enfrdeitjaptrues

The Recently Extinct Plants Database1

The various recognised taxonomic groups have changed radically since Carl Linnaeus enumerated them in 1753 (Species Plantarum, first edition). With the creation of seemingly ever more trivial taxonomic ranks and the surgence of cladistics in the late 20th century, higher taxonomy has become both über dynamic and über complex. The situation is increasingly being recognised as artificial, since Linnaeus' taxonomic system is essentially predicated upon false bifurcations. While speciation (the evolution of new species) certainly entails genetic divergence, at the biological level it is far more subtle than incorrigible divisions. Populations often freely hybridise and introgress long after they have "diverged". In reality life is like a long, winding, labrinthyne river. It's salinity level may differ here and there, but such changes are just as natural as the clear continuity of one droplet with the next as they move together through genetic space and time. The odd one being liquidated through evaporation (i.e. extinction).

The conservation status assigned to each entry should be taken as, to varying degrees, tentative. Cases where there is no suitable habitat left are rare, and they may still persist in captivity (knowingly or not). Thus an airtight case for extinction is very difficult to build. While most cases of rediscovery are due to a failure to have previously surveyed significant parts of known or suitable habitat. Or the organism was not, or at least should not, have been feared extinct in the first place. Decades without a record means absolutely nothing in and of itself. While the taxonomic validity or synonymy of a given taxon is somewhat subjective, and there is the very slight risk that a taxon will be (consciously or subconsciously) synonymised in order to reduce the number of extinctions.

 

Subkingdom: Charophyta

Subkingdom: Chlorophyta (Green Algae)

Subkingdom: Embryophyta (Land Plants)

Superdivision: [Anthocerotophyta (Hornworts)]2

Superdivision: Bryophyta (Bryophytes)

Superdivision: Marchantiophyta (Liverworts)

Superdivision: Tracheophyta (Vascular Plants)

(informal): Non-Seed-Bearing Plants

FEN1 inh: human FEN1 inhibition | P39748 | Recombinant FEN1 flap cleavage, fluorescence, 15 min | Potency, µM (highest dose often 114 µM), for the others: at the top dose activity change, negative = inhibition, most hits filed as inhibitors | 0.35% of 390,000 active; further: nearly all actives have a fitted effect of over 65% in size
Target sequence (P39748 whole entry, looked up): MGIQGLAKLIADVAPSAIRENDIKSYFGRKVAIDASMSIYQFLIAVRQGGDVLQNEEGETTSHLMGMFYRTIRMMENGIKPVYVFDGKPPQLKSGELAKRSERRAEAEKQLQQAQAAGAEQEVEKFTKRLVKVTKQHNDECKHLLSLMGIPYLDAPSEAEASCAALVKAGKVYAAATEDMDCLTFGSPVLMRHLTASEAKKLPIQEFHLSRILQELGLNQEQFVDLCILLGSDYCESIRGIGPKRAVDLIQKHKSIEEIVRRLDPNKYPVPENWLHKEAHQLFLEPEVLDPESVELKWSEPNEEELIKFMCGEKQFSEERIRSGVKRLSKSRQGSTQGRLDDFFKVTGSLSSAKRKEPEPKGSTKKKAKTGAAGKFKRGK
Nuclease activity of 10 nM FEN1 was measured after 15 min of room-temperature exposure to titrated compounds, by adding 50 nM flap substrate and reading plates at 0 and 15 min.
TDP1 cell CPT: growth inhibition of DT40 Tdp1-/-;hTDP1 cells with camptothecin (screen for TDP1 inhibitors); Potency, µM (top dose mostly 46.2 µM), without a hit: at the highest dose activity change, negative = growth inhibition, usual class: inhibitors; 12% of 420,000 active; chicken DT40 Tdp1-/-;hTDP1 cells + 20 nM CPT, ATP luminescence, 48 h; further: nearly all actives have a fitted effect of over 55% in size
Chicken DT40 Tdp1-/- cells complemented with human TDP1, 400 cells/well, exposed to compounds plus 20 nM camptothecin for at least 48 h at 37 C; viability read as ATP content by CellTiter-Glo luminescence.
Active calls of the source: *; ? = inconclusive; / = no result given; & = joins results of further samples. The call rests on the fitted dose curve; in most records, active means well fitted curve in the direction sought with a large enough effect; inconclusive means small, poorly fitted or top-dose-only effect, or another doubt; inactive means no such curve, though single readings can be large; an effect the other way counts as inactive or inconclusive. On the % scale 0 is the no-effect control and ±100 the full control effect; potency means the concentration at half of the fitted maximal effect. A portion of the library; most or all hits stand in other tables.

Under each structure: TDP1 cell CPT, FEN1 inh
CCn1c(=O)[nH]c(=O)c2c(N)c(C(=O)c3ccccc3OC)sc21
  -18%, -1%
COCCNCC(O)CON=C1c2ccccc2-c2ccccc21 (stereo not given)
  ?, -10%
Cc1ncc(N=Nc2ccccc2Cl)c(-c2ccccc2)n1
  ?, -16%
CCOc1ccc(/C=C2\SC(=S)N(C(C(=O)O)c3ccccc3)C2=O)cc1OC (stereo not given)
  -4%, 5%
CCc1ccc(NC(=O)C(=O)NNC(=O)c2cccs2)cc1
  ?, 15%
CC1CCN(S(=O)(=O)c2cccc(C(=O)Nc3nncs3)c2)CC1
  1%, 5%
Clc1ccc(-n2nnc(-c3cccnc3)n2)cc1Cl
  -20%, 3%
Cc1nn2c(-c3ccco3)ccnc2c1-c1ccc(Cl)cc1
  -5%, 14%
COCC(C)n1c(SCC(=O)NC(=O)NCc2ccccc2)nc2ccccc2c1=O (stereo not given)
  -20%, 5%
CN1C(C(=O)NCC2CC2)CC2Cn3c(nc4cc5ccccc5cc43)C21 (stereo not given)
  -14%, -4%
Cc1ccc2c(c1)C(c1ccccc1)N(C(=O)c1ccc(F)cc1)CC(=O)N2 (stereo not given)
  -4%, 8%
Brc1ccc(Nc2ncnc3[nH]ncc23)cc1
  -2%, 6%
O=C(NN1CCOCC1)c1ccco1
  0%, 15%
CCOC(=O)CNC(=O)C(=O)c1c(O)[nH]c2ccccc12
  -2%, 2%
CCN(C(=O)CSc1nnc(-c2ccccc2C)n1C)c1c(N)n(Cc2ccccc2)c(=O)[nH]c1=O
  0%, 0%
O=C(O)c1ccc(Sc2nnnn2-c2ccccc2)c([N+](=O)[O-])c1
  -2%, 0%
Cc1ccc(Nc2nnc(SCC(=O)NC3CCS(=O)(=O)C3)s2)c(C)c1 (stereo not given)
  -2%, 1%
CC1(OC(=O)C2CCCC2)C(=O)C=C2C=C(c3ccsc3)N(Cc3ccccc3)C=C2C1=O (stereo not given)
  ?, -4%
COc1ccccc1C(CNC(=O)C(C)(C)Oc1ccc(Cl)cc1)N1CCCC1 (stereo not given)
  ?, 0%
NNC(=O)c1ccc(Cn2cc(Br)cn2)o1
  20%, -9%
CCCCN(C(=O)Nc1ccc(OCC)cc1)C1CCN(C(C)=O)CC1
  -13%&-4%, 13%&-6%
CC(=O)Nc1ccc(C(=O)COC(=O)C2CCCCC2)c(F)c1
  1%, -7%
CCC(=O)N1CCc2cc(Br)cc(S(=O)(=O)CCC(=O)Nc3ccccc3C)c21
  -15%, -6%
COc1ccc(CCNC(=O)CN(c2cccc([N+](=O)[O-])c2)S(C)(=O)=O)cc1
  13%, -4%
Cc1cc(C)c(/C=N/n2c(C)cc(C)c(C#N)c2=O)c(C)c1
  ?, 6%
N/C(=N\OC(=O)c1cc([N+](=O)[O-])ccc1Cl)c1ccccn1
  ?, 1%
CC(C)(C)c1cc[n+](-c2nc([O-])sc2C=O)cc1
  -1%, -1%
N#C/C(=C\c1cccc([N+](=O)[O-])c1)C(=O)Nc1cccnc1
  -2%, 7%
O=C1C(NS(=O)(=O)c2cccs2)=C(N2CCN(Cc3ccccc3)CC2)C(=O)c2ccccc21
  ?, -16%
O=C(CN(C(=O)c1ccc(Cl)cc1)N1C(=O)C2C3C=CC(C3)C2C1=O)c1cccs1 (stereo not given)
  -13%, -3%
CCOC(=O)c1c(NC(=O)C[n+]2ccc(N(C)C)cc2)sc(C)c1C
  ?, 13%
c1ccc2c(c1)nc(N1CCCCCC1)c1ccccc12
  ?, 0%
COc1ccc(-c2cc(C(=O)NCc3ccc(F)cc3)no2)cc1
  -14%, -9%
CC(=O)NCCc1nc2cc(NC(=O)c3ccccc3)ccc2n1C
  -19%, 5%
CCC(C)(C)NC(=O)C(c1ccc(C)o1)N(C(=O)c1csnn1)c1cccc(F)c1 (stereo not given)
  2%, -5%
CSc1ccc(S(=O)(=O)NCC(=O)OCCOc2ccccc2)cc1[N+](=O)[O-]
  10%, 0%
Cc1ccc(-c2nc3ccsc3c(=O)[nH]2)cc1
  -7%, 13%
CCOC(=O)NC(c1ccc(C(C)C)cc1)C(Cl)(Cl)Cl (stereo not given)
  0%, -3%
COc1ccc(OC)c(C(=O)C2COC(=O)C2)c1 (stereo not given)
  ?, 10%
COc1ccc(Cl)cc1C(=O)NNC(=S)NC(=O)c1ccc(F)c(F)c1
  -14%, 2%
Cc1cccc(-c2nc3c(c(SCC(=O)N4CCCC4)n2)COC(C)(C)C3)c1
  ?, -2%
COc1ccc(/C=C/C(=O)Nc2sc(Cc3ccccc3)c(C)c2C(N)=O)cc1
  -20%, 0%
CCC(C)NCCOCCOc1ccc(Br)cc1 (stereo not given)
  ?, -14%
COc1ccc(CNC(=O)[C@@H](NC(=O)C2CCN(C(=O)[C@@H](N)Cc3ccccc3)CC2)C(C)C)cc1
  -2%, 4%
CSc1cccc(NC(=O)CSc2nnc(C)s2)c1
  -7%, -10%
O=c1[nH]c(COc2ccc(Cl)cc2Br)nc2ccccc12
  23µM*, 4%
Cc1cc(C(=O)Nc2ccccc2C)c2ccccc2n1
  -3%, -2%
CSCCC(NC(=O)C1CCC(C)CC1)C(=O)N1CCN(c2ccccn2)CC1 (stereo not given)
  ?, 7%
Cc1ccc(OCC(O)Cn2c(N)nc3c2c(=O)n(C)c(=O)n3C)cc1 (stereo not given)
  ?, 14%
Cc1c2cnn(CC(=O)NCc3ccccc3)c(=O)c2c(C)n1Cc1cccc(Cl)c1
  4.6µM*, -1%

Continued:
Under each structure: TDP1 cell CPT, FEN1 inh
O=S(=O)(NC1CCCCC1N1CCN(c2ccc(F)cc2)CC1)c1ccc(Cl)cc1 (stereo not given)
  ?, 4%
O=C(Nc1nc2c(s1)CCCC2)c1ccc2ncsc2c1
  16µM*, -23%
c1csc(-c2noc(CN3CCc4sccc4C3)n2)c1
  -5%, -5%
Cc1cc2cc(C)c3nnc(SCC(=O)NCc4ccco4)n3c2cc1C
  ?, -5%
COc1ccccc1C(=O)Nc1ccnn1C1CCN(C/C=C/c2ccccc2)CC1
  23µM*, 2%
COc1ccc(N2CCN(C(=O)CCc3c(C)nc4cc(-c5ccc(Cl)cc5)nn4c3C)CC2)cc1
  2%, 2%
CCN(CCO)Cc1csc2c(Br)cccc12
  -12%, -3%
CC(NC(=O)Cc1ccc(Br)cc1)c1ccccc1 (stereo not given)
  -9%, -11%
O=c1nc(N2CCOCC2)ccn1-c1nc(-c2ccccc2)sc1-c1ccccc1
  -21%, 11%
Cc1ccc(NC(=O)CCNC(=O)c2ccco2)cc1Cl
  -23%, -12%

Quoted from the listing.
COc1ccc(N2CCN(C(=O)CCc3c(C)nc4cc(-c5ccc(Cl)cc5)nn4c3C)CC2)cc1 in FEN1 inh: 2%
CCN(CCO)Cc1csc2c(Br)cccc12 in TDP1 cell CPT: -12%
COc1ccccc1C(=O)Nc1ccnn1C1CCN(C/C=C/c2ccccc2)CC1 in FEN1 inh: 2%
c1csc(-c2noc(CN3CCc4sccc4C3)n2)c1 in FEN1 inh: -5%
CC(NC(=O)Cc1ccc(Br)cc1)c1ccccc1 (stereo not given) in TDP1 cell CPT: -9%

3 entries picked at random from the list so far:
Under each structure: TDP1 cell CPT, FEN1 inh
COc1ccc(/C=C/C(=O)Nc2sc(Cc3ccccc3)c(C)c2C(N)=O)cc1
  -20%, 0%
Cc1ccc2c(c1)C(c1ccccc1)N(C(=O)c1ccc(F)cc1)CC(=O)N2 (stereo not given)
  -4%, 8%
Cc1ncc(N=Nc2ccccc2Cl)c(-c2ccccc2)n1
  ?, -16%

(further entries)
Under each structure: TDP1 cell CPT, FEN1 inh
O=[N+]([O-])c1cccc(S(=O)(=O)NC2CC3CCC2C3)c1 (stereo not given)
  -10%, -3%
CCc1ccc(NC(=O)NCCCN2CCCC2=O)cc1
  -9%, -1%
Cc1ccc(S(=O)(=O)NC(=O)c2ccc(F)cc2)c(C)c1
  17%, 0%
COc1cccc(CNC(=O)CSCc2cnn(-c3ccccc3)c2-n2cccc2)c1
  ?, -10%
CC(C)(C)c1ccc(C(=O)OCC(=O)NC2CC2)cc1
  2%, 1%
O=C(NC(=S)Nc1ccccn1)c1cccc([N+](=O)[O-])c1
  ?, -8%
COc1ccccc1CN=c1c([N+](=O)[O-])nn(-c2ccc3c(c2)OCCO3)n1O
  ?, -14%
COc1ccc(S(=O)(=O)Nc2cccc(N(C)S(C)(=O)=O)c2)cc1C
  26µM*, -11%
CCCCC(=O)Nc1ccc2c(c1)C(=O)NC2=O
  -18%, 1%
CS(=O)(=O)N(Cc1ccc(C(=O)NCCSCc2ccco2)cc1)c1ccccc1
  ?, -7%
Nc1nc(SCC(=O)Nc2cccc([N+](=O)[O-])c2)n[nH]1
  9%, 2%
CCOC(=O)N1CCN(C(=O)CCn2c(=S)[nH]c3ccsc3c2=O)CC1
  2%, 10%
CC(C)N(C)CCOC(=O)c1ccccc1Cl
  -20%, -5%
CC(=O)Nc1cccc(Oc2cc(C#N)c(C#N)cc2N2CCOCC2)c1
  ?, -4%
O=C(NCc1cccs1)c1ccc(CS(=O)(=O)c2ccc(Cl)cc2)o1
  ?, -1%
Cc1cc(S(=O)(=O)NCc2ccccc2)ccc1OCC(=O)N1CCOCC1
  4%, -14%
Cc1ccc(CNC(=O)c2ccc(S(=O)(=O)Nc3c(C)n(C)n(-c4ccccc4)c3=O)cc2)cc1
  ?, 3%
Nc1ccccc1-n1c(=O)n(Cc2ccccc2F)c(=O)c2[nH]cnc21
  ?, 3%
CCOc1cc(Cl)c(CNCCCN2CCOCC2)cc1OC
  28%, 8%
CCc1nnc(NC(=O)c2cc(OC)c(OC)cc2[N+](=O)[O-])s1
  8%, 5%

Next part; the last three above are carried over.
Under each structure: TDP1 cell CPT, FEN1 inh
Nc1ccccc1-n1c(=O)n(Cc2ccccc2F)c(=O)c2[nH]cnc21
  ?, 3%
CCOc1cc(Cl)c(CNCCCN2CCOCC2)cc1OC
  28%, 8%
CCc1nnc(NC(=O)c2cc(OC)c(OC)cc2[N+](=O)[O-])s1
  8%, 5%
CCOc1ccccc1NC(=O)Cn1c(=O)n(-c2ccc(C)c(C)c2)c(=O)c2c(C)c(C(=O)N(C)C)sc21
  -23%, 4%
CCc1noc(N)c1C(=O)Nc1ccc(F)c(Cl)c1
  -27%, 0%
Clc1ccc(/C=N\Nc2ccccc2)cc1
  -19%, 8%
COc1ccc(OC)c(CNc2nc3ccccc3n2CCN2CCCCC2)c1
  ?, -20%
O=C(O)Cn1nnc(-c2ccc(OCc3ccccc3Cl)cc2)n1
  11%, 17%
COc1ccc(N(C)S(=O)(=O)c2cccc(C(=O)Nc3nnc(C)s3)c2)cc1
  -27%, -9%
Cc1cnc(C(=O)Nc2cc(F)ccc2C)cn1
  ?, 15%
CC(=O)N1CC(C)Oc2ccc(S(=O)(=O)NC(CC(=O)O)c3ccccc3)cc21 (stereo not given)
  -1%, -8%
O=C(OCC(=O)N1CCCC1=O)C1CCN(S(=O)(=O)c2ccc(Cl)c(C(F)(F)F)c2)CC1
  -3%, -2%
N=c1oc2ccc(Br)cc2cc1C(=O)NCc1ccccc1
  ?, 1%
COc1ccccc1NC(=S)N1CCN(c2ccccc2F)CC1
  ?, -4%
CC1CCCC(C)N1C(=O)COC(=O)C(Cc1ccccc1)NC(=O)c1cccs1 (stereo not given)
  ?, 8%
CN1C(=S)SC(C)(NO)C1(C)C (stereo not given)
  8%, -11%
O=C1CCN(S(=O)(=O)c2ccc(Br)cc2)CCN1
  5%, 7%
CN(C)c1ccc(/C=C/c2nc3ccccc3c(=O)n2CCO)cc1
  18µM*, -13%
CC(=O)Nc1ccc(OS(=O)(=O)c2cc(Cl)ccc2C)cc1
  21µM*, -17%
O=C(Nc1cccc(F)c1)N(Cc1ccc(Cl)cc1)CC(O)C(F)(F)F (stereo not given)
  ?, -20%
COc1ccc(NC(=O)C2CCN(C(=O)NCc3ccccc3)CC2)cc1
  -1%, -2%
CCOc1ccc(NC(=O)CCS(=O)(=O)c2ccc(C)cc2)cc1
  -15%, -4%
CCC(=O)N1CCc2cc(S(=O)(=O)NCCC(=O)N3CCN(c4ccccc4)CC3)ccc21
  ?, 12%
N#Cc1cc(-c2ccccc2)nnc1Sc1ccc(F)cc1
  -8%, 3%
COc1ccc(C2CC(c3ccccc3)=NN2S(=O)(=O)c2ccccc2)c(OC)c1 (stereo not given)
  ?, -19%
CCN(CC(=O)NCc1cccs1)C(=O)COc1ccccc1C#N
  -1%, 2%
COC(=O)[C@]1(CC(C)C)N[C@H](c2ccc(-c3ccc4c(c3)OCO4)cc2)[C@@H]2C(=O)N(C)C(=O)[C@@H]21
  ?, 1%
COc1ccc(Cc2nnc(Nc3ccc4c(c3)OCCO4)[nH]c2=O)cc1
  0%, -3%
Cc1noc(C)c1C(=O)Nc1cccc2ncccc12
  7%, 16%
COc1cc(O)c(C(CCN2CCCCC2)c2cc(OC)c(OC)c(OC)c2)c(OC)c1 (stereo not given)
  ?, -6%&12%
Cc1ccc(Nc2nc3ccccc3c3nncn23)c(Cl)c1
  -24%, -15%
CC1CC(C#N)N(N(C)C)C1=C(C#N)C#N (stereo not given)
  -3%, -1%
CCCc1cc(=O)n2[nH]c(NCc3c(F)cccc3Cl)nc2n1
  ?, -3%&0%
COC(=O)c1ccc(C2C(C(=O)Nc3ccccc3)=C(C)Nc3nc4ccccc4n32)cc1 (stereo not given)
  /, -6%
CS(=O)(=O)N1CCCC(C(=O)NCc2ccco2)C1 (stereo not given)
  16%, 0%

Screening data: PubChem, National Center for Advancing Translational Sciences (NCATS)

Division: Lycopodiophyta (Clubmosses, Firmosses and Quillworts)
Division: Pteridophyta (Ferns)
Class: [Equisetidae (Horsetails)]
Class: [Marattiidae (Marattioid Ferns)]
Class: [Ophioglossidae (Adder's-Tongues, Grape Ferns, Moonworts, Whisk Ferns)]
Class: Polypodiidae (Leptosporangiate Ferns)

Spermatophytes (Seed-Bearing Plants)

Division: Cycadophyta (Cycads)
Division: Ginkgophyta (Ginkgos)
Division: [Gnetophyta (Gnetophytes: Welwitschia etc.)]
Division: Magnoliophyta (Angiosperms or Flowering Plants)
Order: Alismatales
Order: Apiales
Order: Aquifoliales
Order: Arecales
Order: Asparagales
Order: Asterales
Order: Boraginales
Order: Brassicales
Order: Buxales
Order: Canellales
Order: Caryophyllales
Order: Celastrales
Order: Commelinales
Order: Cornales
Order: Cucurbitales
Order: Dilleniales
Order: Dioscoreales
Order: Dipsacales
Order: Ericales
Order: Fabales
Order: Fagales
Order: Garryales
Order: Gentianales
Order: Geraniales
Order: Icacinales
Order: Lamiales
Order: Laurales
Order: Liliales
Order: Magnoliales
Order: Malpighiales
Order: Malvales
Order: Myrtales
Order: Nymphaeales
Order: Oxalidales
Order: Pandanales
Order: Piperales
Order: Poales
Order: Proteales
Order: Ranunculales
Order: Rosales
Order: Santalales
Order: Sapindales
Order: Saxifragales
Order: Solanales
Order: Zingiberales
Order: Zygophyllales
Division: Pinophyta (Conifers)

Subkingdom: Haptophyta

Subkingdom: Ochrophyta (Brown Algae)

Subkingdom: Rhodophyta (Red Algae)

 

Notes:

1 The classification of plants and their allies presented here is a simplified version intended for the general reader. It should not be interpreted as an authoritative taxonomic treatment.

2 Taxonomic ranks encompassed by square brackets (i.e. "[" and "]") have no relevant subordinate taxa. That is, none of the species or subspecies included therein both a) survived at least until the late Pleistocene and b) are considered missing, extinct, rediscovered, or have been removed from these former categories due to taxonomic invalidity. This juxtaposition of non-empty and empty taxonomic units helps to identify potential instances of taxonomic bias in recent extinctions, and by extension those groups of organisms that may have an innate buffer against extinction.